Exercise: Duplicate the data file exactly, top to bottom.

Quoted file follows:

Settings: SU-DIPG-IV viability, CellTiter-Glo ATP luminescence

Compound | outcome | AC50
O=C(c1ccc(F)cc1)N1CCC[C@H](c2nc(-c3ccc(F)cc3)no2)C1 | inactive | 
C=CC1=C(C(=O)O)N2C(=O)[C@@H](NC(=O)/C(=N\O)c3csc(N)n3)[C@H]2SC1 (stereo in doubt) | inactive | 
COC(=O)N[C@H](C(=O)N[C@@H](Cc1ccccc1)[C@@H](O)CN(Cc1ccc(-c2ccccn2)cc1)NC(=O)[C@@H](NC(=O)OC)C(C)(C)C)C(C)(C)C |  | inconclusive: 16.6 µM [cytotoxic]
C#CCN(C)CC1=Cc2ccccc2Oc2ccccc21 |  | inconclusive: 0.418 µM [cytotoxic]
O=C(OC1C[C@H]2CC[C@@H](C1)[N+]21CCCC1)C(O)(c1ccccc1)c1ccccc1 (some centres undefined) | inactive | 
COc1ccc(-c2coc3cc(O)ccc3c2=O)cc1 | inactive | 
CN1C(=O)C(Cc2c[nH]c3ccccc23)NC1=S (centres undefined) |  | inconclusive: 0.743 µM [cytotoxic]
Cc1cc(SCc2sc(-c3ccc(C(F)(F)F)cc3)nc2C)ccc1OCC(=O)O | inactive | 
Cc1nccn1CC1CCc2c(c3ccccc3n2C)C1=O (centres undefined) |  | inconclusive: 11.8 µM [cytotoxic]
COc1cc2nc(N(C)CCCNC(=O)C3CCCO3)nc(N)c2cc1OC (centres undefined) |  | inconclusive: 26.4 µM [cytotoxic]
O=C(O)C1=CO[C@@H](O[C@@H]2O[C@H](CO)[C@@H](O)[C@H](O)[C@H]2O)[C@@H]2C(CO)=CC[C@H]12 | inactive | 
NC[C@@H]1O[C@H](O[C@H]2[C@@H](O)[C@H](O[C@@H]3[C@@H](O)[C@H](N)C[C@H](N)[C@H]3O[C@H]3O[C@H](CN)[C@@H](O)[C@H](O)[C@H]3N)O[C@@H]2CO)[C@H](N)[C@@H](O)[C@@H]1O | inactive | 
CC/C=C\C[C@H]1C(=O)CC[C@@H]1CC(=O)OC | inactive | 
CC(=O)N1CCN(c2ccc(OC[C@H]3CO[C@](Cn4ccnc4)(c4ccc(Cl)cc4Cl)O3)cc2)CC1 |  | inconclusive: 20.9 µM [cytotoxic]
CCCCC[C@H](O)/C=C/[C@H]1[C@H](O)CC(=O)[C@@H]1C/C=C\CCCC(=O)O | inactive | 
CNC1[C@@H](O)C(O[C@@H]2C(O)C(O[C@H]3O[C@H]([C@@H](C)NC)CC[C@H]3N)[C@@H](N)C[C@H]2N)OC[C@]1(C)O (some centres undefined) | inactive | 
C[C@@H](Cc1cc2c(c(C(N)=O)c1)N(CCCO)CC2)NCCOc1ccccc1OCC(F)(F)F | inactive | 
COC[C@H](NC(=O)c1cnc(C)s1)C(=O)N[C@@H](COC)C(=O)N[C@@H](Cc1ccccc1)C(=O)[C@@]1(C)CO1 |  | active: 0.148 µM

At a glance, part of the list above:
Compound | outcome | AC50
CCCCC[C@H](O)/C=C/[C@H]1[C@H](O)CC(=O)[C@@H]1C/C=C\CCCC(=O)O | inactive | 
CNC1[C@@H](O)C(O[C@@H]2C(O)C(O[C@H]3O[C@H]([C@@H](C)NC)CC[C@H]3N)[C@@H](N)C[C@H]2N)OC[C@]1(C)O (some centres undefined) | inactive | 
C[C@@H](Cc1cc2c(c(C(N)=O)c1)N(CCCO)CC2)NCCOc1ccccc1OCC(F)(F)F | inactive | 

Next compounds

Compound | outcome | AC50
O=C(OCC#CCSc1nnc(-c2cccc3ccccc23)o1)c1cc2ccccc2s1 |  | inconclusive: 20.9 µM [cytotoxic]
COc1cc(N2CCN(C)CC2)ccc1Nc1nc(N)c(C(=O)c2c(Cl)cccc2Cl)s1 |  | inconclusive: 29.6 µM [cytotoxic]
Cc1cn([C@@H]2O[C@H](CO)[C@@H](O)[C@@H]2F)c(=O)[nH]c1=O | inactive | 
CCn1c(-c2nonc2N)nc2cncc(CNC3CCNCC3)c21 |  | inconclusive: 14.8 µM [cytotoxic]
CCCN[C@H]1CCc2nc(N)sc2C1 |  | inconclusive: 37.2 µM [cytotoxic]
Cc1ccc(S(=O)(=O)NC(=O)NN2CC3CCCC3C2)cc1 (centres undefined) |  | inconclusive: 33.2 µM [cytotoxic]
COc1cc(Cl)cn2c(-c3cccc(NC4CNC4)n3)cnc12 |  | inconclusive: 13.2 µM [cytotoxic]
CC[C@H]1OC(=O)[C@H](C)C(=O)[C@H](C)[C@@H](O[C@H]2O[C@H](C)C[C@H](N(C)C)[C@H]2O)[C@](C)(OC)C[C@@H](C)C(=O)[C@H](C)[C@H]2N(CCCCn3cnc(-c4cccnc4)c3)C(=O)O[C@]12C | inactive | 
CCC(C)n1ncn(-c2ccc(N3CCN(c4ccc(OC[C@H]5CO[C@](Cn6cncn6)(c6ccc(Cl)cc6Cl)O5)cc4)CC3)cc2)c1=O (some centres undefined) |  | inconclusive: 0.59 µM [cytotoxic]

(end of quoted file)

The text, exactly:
Settings: SU-DIPG-IV viability, CellTiter-Glo ATP luminescence

Compound | outcome | AC50
O=C(c1ccc(F)cc1)N1CCC[C@H](c2nc(-c3ccc(F)cc3)no2)C1 | inactive | 
C=CC1=C(C(=O)O)N2C(=O)[C@@H](NC(=O)/C(=N\O)c3csc(N)n3)[C@H]2SC1 (stereo in doubt) | inactive | 
COC(=O)N[C@H](C(=O)N[C@@H](Cc1ccccc1)[C@@H](O)CN(Cc1ccc(-c2ccccn2)cc1)NC(=O)[C@@H](NC(=O)OC)C(C)(C)C)C(C)(C)C |  | inconclusive: 16.6 µM [cytotoxic]
C#CCN(C)CC1=Cc2ccccc2Oc2ccccc21 |  | inconclusive: 0.418 µM [cytotoxic]
O=C(OC1C[C@H]2CC[C@@H](C1)[N+]21CCCC1)C(O)(c1ccccc1)c1ccccc1 (some centres undefined) | inactive | 
COc1ccc(-c2coc3cc(O)ccc3c2=O)cc1 | inactive | 
CN1C(=O)C(Cc2c[nH]c3ccccc23)NC1=S (centres undefined) |  | inconclusive: 0.743 µM [cytotoxic]
Cc1cc(SCc2sc(-c3ccc(C(F)(F)F)cc3)nc2C)ccc1OCC(=O)O | inactive | 
Cc1nccn1CC1CCc2c(c3ccccc3n2C)C1=O (centres undefined) |  | inconclusive: 11.8 µM [cytotoxic]
COc1cc2nc(N(C)CCCNC(=O)C3CCCO3)nc(N)c2cc1OC (centres undefined) |  | inconclusive: 26.4 µM [cytotoxic]
O=C(O)C1=CO[C@@H](O[C@@H]2O[C@H](CO)[C@@H](O)[C@H](O)[C@H]2O)[C@@H]2C(CO)=CC[C@H]12 | inactive | 
NC[C@@H]1O[C@H](O[C@H]2[C@@H](O)[C@H](O[C@@H]3[C@@H](O)[C@H](N)C[C@H](N)[C@H]3O[C@H]3O[C@H](CN)[C@@H](O)[C@H](O)[C@H]3N)O[C@@H]2CO)[C@H](N)[C@@H](O)[C@@H]1O | inactive | 
CC/C=C\C[C@H]1C(=O)CC[C@@H]1CC(=O)OC | inactive | 
CC(=O)N1CCN(c2ccc(OC[C@H]3CO[C@](Cn4ccnc4)(c4ccc(Cl)cc4Cl)O3)cc2)CC1 |  | inconclusive: 20.9 µM [cytotoxic]
CCCCC[C@H](O)/C=C/[C@H]1[C@H](O)CC(=O)[C@@H]1C/C=C\CCCC(=O)O | inactive | 
CNC1[C@@H](O)C(O[C@@H]2C(O)C(O[C@H]3O[C@H]([C@@H](C)NC)CC[C@H]3N)[C@@H](N)C[C@H]2N)OC[C@]1(C)O (some centres undefined) | inactive | 
C[C@@H](Cc1cc2c(c(C(N)=O)c1)N(CCCO)CC2)NCCOc1ccccc1OCC(F)(F)F | inactive | 
COC[C@H](NC(=O)c1cnc(C)s1)C(=O)N[C@@H](COC)C(=O)N[C@@H](Cc1ccccc1)C(=O)[C@@]1(C)CO1 |  | active: 0.148 µM

At a glance, part of the list above:
Compound | outcome | AC50
CCCCC[C@H](O)/C=C/[C@H]1[C@H](O)CC(=O)[C@@H]1C/C=C\CCCC(=O)O | inactive | 
CNC1[C@@H](O)C(O[C@@H]2C(O)C(O[C@H]3O[C@H]([C@@H](C)NC)CC[C@H]3N)[C@@H](N)C[C@H]2N)OC[C@]1(C)O (some centres undefined) | inactive | 
C[C@@H](Cc1cc2c(c(C(N)=O)c1)N(CCCO)CC2)NCCOc1ccccc1OCC(F)(F)F | inactive | 

Next compounds

Compound | outcome | AC50
O=C(OCC#CCSc1nnc(-c2cccc3ccccc23)o1)c1cc2ccccc2s1 |  | inconclusive: 20.9 µM [cytotoxic]
COc1cc(N2CCN(C)CC2)ccc1Nc1nc(N)c(C(=O)c2c(Cl)cccc2Cl)s1 |  | inconclusive: 29.6 µM [cytotoxic]
Cc1cn([C@@H]2O[C@H](CO)[C@@H](O)[C@@H]2F)c(=O)[nH]c1=O | inactive | 
CCn1c(-c2nonc2N)nc2cncc(CNC3CCNCC3)c21 |  | inconclusive: 14.8 µM [cytotoxic]
CCCN[C@H]1CCc2nc(N)sc2C1 |  | inconclusive: 37.2 µM [cytotoxic]
Cc1ccc(S(=O)(=O)NC(=O)NN2CC3CCCC3C2)cc1 (centres undefined) |  | inconclusive: 33.2 µM [cytotoxic]
COc1cc(Cl)cn2c(-c3cccc(NC4CNC4)n3)cnc12 |  | inconclusive: 13.2 µM [cytotoxic]
CC[C@H]1OC(=O)[C@H](C)C(=O)[C@H](C)[C@@H](O[C@H]2O[C@H](C)C[C@H](N(C)C)[C@H]2O)[C@](C)(OC)C[C@@H](C)C(=O)[C@H](C)[C@H]2N(CCCCn3cnc(-c4cccnc4)c3)C(=O)O[C@]12C | inactive | 
CCC(C)n1ncn(-c2ccc(N3CCN(c4ccc(OC[C@H]5CO[C@](Cn6cncn6)(c6ccc(Cl)cc6Cl)O5)cc4)CC3)cc2)c1=O (some centres undefined) |  | inconclusive: 0.59 µM [cytotoxic]